Authentic Research Immersion Experiences: the Key to Enduring Understandings
Do authentic research experiences have a role in today's classrooms? Where do they fit into the constrained curriculum units and high-stakes testing regimen that define a teacher's world? It is possible, even in today's somewhat narrow teaching environment, to integrate authentic research into the classroom and evolve away from the worksheets and lessons that simply "teach to the test"? Authentic research immersion experiences must be carefully packaged the for classroom use with clear alignment to standards and a learning curve that is not too daunting. By helping teachers to see the value in replacing curricular units with authentic research experiences and designing the research program to fit within a teacher's needs, the rate of successful adoption of the research program becomes much higher. As a result, not only do their students reap the educational rewards of becoming active research participants in the process of science and learn it from the inside out, but the opportunity for the teachers to grow professionally in content and science process knowledge is also an additional benefit. NASA has had and continues to have a significant role in providing these data and mission- related immersion experiences for elementary classrooms through graduate school students. http://msip.asu.edu
Connecting Arctic/Antarctic Researchers and Educators (CARE): Supporting Teachers and Researchers Beyond the Research Experience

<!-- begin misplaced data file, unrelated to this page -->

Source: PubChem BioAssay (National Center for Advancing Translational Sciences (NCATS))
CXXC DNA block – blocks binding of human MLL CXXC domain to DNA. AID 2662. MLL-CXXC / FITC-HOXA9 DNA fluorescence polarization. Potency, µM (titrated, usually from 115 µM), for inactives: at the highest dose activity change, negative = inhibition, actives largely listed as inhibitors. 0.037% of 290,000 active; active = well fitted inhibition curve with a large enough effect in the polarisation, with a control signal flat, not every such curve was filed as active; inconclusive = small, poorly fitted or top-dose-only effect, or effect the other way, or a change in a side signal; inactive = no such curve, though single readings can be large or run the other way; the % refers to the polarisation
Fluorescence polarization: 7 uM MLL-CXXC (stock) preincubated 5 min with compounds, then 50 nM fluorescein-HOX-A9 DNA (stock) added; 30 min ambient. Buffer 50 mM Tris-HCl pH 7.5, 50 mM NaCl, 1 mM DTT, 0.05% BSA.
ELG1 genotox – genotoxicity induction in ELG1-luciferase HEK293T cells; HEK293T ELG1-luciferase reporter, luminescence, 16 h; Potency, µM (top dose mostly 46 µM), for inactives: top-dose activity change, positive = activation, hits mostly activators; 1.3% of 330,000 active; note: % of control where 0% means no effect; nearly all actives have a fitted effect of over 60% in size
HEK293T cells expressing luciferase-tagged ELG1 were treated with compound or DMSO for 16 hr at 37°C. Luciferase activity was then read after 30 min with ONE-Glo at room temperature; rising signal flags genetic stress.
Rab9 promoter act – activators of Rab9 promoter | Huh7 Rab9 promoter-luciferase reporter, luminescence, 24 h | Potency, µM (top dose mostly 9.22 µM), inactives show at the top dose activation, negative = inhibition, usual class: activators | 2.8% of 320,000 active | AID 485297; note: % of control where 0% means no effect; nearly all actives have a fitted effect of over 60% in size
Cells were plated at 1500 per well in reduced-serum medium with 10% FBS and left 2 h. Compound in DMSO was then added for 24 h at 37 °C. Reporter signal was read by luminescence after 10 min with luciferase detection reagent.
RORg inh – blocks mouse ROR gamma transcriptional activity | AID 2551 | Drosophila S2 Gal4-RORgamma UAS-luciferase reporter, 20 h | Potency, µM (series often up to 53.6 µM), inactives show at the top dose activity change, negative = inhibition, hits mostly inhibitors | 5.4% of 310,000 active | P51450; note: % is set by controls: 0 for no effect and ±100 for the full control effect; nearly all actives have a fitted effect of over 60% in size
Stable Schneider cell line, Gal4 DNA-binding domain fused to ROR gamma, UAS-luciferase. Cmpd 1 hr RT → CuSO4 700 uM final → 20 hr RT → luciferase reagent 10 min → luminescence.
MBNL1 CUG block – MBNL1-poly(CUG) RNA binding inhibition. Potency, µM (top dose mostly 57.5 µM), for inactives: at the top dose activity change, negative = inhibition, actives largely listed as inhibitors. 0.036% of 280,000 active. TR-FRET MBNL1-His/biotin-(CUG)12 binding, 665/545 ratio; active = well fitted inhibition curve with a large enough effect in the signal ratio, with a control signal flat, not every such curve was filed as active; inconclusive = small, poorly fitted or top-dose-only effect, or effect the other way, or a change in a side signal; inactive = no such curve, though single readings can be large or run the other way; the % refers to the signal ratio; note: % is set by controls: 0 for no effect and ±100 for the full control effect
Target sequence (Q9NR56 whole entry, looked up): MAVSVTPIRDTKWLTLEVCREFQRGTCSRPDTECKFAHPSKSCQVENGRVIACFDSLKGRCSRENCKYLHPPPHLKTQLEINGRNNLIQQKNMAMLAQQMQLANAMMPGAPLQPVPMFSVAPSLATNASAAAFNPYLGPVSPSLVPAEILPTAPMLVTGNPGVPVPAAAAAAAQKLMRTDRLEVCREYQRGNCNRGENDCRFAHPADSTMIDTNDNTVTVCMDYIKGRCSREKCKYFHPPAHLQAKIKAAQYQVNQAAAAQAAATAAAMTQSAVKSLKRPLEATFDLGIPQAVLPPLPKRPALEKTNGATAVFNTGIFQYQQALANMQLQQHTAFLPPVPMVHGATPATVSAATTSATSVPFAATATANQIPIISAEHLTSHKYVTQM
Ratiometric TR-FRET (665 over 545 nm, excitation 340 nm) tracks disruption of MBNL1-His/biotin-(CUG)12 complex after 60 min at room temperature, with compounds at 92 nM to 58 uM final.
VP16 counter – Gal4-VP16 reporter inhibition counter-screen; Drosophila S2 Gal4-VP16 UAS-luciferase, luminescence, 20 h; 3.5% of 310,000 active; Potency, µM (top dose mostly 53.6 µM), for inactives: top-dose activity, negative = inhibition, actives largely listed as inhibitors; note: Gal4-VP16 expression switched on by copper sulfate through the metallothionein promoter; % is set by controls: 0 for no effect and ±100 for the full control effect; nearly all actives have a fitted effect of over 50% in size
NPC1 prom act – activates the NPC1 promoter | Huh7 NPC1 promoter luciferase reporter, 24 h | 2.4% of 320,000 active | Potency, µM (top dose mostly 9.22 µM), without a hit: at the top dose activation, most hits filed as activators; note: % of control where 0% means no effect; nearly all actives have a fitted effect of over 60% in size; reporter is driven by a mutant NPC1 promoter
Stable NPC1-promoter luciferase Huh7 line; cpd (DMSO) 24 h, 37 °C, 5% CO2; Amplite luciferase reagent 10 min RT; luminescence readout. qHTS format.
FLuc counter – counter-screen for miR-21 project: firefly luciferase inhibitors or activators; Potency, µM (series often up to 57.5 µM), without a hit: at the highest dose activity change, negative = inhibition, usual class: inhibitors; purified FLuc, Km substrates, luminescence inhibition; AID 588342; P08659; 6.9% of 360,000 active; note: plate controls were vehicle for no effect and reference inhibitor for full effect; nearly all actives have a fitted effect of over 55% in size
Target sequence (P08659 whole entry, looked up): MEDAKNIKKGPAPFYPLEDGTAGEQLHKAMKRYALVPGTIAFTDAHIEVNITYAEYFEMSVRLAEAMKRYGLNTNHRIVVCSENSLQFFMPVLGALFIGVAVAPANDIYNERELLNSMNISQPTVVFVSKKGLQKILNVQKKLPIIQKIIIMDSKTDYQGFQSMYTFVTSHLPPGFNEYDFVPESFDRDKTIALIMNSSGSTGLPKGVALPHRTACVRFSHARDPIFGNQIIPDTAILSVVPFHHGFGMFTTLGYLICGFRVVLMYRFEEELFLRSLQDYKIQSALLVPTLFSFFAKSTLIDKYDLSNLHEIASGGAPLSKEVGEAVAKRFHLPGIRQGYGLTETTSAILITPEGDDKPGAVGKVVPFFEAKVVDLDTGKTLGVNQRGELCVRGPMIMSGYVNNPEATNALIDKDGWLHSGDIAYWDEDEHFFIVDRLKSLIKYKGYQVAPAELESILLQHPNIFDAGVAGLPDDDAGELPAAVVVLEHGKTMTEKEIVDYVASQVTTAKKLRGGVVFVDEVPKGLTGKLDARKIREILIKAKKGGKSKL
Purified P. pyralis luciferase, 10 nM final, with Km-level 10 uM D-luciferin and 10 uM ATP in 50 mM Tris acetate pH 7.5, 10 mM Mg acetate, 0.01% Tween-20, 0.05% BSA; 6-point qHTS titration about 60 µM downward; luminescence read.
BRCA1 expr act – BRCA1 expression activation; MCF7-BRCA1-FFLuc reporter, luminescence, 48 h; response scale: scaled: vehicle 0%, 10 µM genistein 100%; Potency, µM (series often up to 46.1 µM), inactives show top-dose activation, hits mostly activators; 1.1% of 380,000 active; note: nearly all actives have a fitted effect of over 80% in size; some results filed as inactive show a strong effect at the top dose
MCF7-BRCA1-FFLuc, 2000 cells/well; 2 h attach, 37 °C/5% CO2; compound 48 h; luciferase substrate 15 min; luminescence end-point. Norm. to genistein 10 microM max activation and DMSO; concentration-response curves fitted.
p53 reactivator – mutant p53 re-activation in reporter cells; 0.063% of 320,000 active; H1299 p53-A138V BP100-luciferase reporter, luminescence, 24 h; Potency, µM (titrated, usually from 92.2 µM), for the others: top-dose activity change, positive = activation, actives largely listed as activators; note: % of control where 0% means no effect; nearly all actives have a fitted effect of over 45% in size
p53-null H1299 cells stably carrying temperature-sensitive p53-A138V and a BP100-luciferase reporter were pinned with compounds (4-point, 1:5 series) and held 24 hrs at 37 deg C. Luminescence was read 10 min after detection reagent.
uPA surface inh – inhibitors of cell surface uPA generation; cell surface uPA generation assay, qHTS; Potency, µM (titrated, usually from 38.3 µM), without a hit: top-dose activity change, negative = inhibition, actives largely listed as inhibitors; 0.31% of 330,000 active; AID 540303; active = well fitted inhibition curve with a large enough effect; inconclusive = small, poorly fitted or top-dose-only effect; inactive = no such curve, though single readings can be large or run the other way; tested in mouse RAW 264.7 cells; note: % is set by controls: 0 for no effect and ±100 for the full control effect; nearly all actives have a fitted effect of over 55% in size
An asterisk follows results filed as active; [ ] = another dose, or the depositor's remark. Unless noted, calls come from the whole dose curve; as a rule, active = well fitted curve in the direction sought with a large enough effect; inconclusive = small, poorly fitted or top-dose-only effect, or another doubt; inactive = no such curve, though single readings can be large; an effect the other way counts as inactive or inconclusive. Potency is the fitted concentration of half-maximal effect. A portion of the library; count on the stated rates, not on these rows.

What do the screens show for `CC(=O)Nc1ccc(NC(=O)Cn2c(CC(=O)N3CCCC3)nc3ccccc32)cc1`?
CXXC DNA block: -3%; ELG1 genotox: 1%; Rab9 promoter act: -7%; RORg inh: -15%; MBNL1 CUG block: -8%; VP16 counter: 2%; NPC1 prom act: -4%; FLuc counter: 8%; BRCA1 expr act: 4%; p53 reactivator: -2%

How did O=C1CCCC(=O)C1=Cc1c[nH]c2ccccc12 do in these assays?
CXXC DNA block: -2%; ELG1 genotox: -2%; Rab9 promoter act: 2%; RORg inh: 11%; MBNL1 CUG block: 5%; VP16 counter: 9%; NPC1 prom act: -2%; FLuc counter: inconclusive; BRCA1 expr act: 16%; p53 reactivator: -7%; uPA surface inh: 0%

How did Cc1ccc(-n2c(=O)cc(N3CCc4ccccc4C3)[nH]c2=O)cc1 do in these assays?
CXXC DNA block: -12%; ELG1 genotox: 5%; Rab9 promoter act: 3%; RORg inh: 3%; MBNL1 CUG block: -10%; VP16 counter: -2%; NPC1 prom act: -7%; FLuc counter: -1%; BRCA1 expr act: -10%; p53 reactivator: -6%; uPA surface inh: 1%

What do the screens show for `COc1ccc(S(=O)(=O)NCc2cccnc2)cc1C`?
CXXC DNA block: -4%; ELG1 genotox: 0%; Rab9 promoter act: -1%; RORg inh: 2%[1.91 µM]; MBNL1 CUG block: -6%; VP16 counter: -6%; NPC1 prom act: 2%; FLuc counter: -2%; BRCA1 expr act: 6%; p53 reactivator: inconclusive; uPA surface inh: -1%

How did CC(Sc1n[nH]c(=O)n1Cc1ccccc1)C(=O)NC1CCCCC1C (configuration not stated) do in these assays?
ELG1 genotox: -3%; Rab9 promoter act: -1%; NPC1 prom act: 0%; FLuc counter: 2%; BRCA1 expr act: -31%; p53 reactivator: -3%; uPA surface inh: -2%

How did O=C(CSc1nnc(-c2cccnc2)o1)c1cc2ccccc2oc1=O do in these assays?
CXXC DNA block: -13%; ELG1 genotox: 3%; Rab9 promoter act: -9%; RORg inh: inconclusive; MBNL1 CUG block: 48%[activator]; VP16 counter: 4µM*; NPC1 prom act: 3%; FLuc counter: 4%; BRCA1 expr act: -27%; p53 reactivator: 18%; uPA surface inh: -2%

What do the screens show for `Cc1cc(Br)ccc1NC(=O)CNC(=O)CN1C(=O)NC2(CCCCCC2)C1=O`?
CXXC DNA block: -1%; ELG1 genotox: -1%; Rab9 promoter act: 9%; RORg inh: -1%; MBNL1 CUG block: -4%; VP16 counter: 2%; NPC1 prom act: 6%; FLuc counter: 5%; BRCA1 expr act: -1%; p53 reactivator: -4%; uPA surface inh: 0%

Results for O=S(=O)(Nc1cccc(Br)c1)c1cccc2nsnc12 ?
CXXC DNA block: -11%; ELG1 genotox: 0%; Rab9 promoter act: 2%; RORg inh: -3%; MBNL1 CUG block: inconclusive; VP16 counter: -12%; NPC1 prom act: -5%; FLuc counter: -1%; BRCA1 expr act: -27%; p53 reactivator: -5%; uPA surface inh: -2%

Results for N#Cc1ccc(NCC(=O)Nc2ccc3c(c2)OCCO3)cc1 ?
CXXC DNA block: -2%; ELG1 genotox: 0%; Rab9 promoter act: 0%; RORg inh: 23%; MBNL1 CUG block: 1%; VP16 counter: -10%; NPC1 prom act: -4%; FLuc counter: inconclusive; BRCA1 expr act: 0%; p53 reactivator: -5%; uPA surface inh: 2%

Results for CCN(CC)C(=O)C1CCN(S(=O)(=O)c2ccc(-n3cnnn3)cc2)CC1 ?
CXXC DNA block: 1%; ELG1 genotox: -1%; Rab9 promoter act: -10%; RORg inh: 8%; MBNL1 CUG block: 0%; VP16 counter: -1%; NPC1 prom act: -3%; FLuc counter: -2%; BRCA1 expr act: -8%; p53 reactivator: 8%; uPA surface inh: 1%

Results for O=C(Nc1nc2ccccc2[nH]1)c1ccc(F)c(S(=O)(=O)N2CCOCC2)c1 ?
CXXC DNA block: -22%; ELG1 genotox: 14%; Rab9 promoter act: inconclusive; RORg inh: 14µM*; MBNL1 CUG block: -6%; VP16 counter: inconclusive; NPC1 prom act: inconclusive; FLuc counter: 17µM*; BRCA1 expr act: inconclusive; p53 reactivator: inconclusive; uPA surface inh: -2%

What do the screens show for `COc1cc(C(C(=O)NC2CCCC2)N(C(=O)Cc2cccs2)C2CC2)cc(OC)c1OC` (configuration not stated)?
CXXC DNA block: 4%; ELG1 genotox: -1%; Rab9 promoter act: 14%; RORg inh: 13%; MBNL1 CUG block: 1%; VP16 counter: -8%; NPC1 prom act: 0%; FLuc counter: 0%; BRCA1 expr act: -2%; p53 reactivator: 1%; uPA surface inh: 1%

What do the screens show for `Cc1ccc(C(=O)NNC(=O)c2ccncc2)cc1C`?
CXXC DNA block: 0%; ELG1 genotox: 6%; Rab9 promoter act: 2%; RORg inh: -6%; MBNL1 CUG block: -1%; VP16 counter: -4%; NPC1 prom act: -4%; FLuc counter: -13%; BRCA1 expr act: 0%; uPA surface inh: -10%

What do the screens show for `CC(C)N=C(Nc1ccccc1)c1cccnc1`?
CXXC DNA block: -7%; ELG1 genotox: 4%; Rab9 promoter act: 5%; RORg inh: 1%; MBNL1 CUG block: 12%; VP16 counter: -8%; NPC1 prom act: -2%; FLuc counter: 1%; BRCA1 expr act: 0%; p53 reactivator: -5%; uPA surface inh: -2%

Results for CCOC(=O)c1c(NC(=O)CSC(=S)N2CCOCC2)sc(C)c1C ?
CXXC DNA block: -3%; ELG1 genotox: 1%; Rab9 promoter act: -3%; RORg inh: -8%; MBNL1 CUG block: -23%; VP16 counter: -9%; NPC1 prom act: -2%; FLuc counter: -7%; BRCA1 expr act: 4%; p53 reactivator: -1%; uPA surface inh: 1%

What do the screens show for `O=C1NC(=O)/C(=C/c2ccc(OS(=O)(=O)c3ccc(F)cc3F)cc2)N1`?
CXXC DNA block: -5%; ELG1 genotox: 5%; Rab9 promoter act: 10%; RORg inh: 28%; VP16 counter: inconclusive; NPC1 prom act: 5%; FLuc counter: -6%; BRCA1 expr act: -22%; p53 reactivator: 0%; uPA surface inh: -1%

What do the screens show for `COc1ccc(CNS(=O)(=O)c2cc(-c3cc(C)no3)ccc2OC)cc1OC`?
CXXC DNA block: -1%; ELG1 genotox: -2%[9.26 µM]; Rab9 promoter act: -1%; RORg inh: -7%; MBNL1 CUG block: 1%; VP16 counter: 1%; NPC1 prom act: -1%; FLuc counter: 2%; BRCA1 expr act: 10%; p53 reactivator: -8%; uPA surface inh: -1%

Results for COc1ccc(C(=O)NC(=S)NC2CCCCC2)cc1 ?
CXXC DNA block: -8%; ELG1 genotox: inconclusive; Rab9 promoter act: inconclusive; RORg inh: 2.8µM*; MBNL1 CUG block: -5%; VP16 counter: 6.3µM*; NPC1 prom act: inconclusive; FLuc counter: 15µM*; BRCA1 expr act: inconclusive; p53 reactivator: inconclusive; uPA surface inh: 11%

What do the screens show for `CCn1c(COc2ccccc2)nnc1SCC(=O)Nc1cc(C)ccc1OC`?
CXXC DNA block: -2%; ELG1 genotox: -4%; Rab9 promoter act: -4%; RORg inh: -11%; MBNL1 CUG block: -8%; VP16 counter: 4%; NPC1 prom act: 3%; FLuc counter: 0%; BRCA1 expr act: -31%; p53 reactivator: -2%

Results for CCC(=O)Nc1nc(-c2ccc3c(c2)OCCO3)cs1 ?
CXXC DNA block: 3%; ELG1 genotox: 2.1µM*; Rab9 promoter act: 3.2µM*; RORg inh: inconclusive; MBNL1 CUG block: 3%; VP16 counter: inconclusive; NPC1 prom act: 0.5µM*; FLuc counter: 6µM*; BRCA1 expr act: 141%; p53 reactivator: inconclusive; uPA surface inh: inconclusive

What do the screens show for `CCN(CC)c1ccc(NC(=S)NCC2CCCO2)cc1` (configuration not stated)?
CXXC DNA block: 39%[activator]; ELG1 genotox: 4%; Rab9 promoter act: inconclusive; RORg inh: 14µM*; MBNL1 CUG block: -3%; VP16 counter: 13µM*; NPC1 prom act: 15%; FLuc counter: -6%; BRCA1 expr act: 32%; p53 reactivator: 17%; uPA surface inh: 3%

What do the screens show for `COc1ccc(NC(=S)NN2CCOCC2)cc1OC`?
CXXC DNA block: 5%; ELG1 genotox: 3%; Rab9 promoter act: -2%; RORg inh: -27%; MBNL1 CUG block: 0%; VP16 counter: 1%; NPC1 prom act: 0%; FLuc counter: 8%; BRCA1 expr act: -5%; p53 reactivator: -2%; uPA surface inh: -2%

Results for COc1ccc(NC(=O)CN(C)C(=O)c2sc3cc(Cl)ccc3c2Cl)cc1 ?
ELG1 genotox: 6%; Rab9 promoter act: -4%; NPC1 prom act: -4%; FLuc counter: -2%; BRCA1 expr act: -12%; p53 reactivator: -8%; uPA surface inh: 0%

Teacher research experiences (TREs) require long-term sustained support for successful transfer of research experiences into the classroom. Specifically, a support mechanism that facilitates focused discussion and collaboration among teachers and researchers is critical to improve science content and pedagogical approaches in science education. Connecting Arctic/Antarctic Researchers and Educators (CARE) is a professional development network that utilizes online web meetings to support the integration of science research experiences into classroom curriculum. CARE brings together teachers and researchers to discuss field experiences, current science issues, content, technology resources, and pedagogy. CARE is a component of the Arctic Research Consortium of the U.S. (ARCUS) education program PolarTRECTeachers and Researchers Exploring and Collaborating. PolarTREC is a three-year (2007-2009) teacher professional development program celebrating the International Polar Year (IPY) that advances polar science education by bringing K-12 educators and polar researchers together in hands-on field experiences in the Arctic and Antarctic. Currently in its second year, the program fosters the integration of research and education to produce a legacy of long-term teacher-researcher collaborations, improved teacher content knowledge through experiences in scientific inquiry, and broad public interest and engagement in polar science. The CARE network was established to develop a sustainable learning community through which teachers and researchers will further their work to bring polar research into classrooms. Through CARE, small groups of educators are formed on the basis of grade-level and geographic region; each group also contains a teacher facilitator. Although CARE targets educators with previous polar research experiences, it is also open to those who have not participated in a TRE but who are interested in bringing real-world polar science to the classroom. Researchers are regularly invited to attend the web meetings, and some CARE meetings host specific researchers to talk about their work and their experiences working with teachers in the field. Facilitated group meetings focus on discussions of field experiences, current scientific research, and application of experiences to classrooms and curriculum. CARE is designed to be mindful of participants' needs; the meeting agendas reflect the stated concerns of participating teachers and researchers, such as incorporating real data into everyday curriculum, teaching about the impacts of climate change in a meaningful and educational way, developing polar related lessons and units that include State and National standards, and incorporating scientific tools and instruments into everyday curriculum. In addition to the regularly scheduled CARE group meetings, a series of CARE Seminars will be held in spring 2008 and open to the public. The public CARE Seminars will focus on issues that are of interest to a wider range of educators (e.g. clues from past climates, impacts of climate change on the Arctic, cultural sensitivity and working with indigenous peoples, and women and minorities of polar science. CARE provides a mechanism for teachers and researchers to interact, leveraging their diverse experiences and expertise to form long-term professional relationships that continue beyond the research experience. To learn more about CARE and PolarTREC visit the website at: http://www.polartrec.com or contact email@example.com or 907-474-1600. PolarTREC is funded by the National Science Foundation.